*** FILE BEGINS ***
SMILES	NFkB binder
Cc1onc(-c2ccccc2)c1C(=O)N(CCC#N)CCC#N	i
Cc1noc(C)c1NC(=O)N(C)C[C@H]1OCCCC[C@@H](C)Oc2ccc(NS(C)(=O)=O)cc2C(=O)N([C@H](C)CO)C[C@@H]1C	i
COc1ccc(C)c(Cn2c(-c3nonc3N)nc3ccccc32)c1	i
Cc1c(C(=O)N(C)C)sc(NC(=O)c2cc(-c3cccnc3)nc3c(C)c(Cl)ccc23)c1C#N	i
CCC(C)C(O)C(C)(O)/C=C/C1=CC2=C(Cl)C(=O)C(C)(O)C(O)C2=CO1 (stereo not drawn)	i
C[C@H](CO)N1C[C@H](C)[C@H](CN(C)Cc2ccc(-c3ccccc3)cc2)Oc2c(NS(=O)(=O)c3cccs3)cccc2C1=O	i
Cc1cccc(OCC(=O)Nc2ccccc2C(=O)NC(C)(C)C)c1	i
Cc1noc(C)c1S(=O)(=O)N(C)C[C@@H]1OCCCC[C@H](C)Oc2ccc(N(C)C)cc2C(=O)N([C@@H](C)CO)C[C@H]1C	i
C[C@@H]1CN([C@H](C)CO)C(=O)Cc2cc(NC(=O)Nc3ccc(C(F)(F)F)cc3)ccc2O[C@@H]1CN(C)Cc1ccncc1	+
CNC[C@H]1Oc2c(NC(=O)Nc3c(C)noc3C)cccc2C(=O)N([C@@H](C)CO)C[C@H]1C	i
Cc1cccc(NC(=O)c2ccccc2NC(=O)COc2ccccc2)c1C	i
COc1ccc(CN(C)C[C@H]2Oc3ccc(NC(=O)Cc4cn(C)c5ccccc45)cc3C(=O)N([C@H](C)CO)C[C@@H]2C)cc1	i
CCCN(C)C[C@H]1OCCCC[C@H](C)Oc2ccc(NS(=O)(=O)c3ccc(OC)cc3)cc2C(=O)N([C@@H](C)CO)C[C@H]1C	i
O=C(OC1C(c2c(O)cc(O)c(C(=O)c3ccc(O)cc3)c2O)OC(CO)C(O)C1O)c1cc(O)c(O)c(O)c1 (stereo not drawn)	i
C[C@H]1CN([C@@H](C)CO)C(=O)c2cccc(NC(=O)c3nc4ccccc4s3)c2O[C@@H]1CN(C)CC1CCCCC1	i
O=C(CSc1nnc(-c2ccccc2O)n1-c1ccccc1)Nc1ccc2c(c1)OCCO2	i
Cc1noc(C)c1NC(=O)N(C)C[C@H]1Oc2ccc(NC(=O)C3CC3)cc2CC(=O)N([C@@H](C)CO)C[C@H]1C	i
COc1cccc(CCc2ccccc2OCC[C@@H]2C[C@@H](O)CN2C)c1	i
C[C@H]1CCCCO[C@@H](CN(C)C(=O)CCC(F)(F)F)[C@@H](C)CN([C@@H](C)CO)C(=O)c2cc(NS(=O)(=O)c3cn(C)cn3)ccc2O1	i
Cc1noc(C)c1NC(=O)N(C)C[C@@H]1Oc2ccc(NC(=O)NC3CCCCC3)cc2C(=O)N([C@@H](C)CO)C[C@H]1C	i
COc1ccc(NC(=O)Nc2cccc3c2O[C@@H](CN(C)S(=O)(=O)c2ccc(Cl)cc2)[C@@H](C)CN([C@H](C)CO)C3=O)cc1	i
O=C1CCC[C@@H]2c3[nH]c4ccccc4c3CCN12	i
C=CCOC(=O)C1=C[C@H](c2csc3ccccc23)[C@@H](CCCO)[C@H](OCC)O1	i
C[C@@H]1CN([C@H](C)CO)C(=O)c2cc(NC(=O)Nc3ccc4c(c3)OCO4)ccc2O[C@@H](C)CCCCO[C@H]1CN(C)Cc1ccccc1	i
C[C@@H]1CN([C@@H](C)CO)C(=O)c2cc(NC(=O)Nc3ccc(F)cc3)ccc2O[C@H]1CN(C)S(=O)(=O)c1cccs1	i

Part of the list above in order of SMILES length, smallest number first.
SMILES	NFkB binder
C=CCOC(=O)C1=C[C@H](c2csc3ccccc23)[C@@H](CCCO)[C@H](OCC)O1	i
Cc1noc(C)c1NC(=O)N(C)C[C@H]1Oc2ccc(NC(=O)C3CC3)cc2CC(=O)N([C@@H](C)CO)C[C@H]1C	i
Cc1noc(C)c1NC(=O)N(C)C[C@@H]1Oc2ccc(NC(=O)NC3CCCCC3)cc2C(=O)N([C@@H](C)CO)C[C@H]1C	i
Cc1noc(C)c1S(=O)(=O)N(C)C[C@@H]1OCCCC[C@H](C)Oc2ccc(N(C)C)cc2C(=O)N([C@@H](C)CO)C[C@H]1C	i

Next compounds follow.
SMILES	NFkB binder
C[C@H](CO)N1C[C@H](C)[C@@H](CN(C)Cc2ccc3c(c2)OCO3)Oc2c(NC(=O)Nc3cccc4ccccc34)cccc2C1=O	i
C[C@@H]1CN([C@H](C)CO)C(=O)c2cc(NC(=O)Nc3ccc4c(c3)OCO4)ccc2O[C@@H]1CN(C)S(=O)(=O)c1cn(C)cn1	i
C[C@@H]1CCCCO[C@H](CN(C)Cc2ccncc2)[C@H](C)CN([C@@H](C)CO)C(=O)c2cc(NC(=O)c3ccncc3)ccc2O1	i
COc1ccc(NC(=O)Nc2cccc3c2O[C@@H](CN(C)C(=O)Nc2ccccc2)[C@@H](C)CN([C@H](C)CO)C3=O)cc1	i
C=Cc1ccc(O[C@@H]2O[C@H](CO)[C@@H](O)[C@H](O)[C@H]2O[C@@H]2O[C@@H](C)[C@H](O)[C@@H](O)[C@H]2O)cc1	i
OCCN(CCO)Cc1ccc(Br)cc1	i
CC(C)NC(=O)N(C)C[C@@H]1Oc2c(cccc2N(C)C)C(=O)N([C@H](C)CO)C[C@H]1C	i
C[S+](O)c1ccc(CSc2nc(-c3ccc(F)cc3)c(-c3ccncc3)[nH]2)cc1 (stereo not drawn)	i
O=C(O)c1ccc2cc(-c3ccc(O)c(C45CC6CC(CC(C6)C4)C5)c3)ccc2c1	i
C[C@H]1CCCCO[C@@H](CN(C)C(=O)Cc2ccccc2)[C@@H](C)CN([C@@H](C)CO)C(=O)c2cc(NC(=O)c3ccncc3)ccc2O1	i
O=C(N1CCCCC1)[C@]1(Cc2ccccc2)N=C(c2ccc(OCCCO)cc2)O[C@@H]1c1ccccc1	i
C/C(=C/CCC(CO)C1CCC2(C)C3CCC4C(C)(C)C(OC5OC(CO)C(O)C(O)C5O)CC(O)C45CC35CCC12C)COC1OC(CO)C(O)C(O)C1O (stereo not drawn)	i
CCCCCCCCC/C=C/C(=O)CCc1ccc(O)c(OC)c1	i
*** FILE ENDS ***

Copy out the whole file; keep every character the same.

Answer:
SMILES	NFkB binder
Cc1onc(-c2ccccc2)c1C(=O)N(CCC#N)CCC#N	i
Cc1noc(C)c1NC(=O)N(C)C[C@H]1OCCCC[C@@H](C)Oc2ccc(NS(C)(=O)=O)cc2C(=O)N([C@H](C)CO)C[C@@H]1C	i
COc1ccc(C)c(Cn2c(-c3nonc3N)nc3ccccc32)c1	i
Cc1c(C(=O)N(C)C)sc(NC(=O)c2cc(-c3cccnc3)nc3c(C)c(Cl)ccc23)c1C#N	i
CCC(C)C(O)C(C)(O)/C=C/C1=CC2=C(Cl)C(=O)C(C)(O)C(O)C2=CO1 (stereo not drawn)	i
C[C@H](CO)N1C[C@H](C)[C@H](CN(C)Cc2ccc(-c3ccccc3)cc2)Oc2c(NS(=O)(=O)c3cccs3)cccc2C1=O	i
Cc1cccc(OCC(=O)Nc2ccccc2C(=O)NC(C)(C)C)c1	i
Cc1noc(C)c1S(=O)(=O)N(C)C[C@@H]1OCCCC[C@H](C)Oc2ccc(N(C)C)cc2C(=O)N([C@@H](C)CO)C[C@H]1C	i
C[C@@H]1CN([C@H](C)CO)C(=O)Cc2cc(NC(=O)Nc3ccc(C(F)(F)F)cc3)ccc2O[C@@H]1CN(C)Cc1ccncc1	+
CNC[C@H]1Oc2c(NC(=O)Nc3c(C)noc3C)cccc2C(=O)N([C@@H](C)CO)C[C@H]1C	i
Cc1cccc(NC(=O)c2ccccc2NC(=O)COc2ccccc2)c1C	i
COc1ccc(CN(C)C[C@H]2Oc3ccc(NC(=O)Cc4cn(C)c5ccccc45)cc3C(=O)N([C@H](C)CO)C[C@@H]2C)cc1	i
CCCN(C)C[C@H]1OCCCC[C@H](C)Oc2ccc(NS(=O)(=O)c3ccc(OC)cc3)cc2C(=O)N([C@@H](C)CO)C[C@H]1C	i
O=C(OC1C(c2c(O)cc(O)c(C(=O)c3ccc(O)cc3)c2O)OC(CO)C(O)C1O)c1cc(O)c(O)c(O)c1 (stereo not drawn)	i
C[C@H]1CN([C@@H](C)CO)C(=O)c2cccc(NC(=O)c3nc4ccccc4s3)c2O[C@@H]1CN(C)CC1CCCCC1	i
O=C(CSc1nnc(-c2ccccc2O)n1-c1ccccc1)Nc1ccc2c(c1)OCCO2	i
Cc1noc(C)c1NC(=O)N(C)C[C@H]1Oc2ccc(NC(=O)C3CC3)cc2CC(=O)N([C@@H](C)CO)C[C@H]1C	i
COc1cccc(CCc2ccccc2OCC[C@@H]2C[C@@H](O)CN2C)c1	i
C[C@H]1CCCCO[C@@H](CN(C)C(=O)CCC(F)(F)F)[C@@H](C)CN([C@@H](C)CO)C(=O)c2cc(NS(=O)(=O)c3cn(C)cn3)ccc2O1	i
Cc1noc(C)c1NC(=O)N(C)C[C@@H]1Oc2ccc(NC(=O)NC3CCCCC3)cc2C(=O)N([C@@H](C)CO)C[C@H]1C	i
COc1ccc(NC(=O)Nc2cccc3c2O[C@@H](CN(C)S(=O)(=O)c2ccc(Cl)cc2)[C@@H](C)CN([C@H](C)CO)C3=O)cc1	i
O=C1CCC[C@@H]2c3[nH]c4ccccc4c3CCN12	i
C=CCOC(=O)C1=C[C@H](c2csc3ccccc23)[C@@H](CCCO)[C@H](OCC)O1	i
C[C@@H]1CN([C@H](C)CO)C(=O)c2cc(NC(=O)Nc3ccc4c(c3)OCO4)ccc2O[C@@H](C)CCCCO[C@H]1CN(C)Cc1ccccc1	i
C[C@@H]1CN([C@@H](C)CO)C(=O)c2cc(NC(=O)Nc3ccc(F)cc3)ccc2O[C@H]1CN(C)S(=O)(=O)c1cccs1	i

Part of the list above in order of SMILES length, smallest number first.
SMILES	NFkB binder
C=CCOC(=O)C1=C[C@H](c2csc3ccccc23)[C@@H](CCCO)[C@H](OCC)O1	i
Cc1noc(C)c1NC(=O)N(C)C[C@H]1Oc2ccc(NC(=O)C3CC3)cc2CC(=O)N([C@@H](C)CO)C[C@H]1C	i
Cc1noc(C)c1NC(=O)N(C)C[C@@H]1Oc2ccc(NC(=O)NC3CCCCC3)cc2C(=O)N([C@@H](C)CO)C[C@H]1C	i
Cc1noc(C)c1S(=O)(=O)N(C)C[C@@H]1OCCCC[C@H](C)Oc2ccc(N(C)C)cc2C(=O)N([C@@H](C)CO)C[C@H]1C	i

Next compounds follow.
SMILES	NFkB binder
C[C@H](CO)N1C[C@H](C)[C@@H](CN(C)Cc2ccc3c(c2)OCO3)Oc2c(NC(=O)Nc3cccc4ccccc34)cccc2C1=O	i
C[C@@H]1CN([C@H](C)CO)C(=O)c2cc(NC(=O)Nc3ccc4c(c3)OCO4)ccc2O[C@@H]1CN(C)S(=O)(=O)c1cn(C)cn1	i
C[C@@H]1CCCCO[C@H](CN(C)Cc2ccncc2)[C@H](C)CN([C@@H](C)CO)C(=O)c2cc(NC(=O)c3ccncc3)ccc2O1	i
COc1ccc(NC(=O)Nc2cccc3c2O[C@@H](CN(C)C(=O)Nc2ccccc2)[C@@H](C)CN([C@H](C)CO)C3=O)cc1	i
C=Cc1ccc(O[C@@H]2O[C@H](CO)[C@@H](O)[C@H](O)[C@H]2O[C@@H]2O[C@@H](C)[C@H](O)[C@@H](O)[C@H]2O)cc1	i
OCCN(CCO)Cc1ccc(Br)cc1	i
CC(C)NC(=O)N(C)C[C@@H]1Oc2c(cccc2N(C)C)C(=O)N([C@H](C)CO)C[C@H]1C	i
C[S+](O)c1ccc(CSc2nc(-c3ccc(F)cc3)c(-c3ccncc3)[nH]2)cc1 (stereo not drawn)	i
O=C(O)c1ccc2cc(-c3ccc(O)c(C45CC6CC(CC(C6)C4)C5)c3)ccc2c1	i
C[C@H]1CCCCO[C@@H](CN(C)C(=O)Cc2ccccc2)[C@@H](C)CN([C@@H](C)CO)C(=O)c2cc(NC(=O)c3ccncc3)ccc2O1	i
O=C(N1CCCCC1)[C@]1(Cc2ccccc2)N=C(c2ccc(OCCCO)cc2)O[C@@H]1c1ccccc1	i
C/C(=C/CCC(CO)C1CCC2(C)C3CCC4C(C)(C)C(OC5OC(CO)C(O)C(O)C5O)CC(O)C45CC35CCC12C)COC1OC(CO)C(O)C(O)C1O (stereo not drawn)	i
CCCCCCCCC/C=C/C(=O)CCc1ccc(O)c(OC)c1	i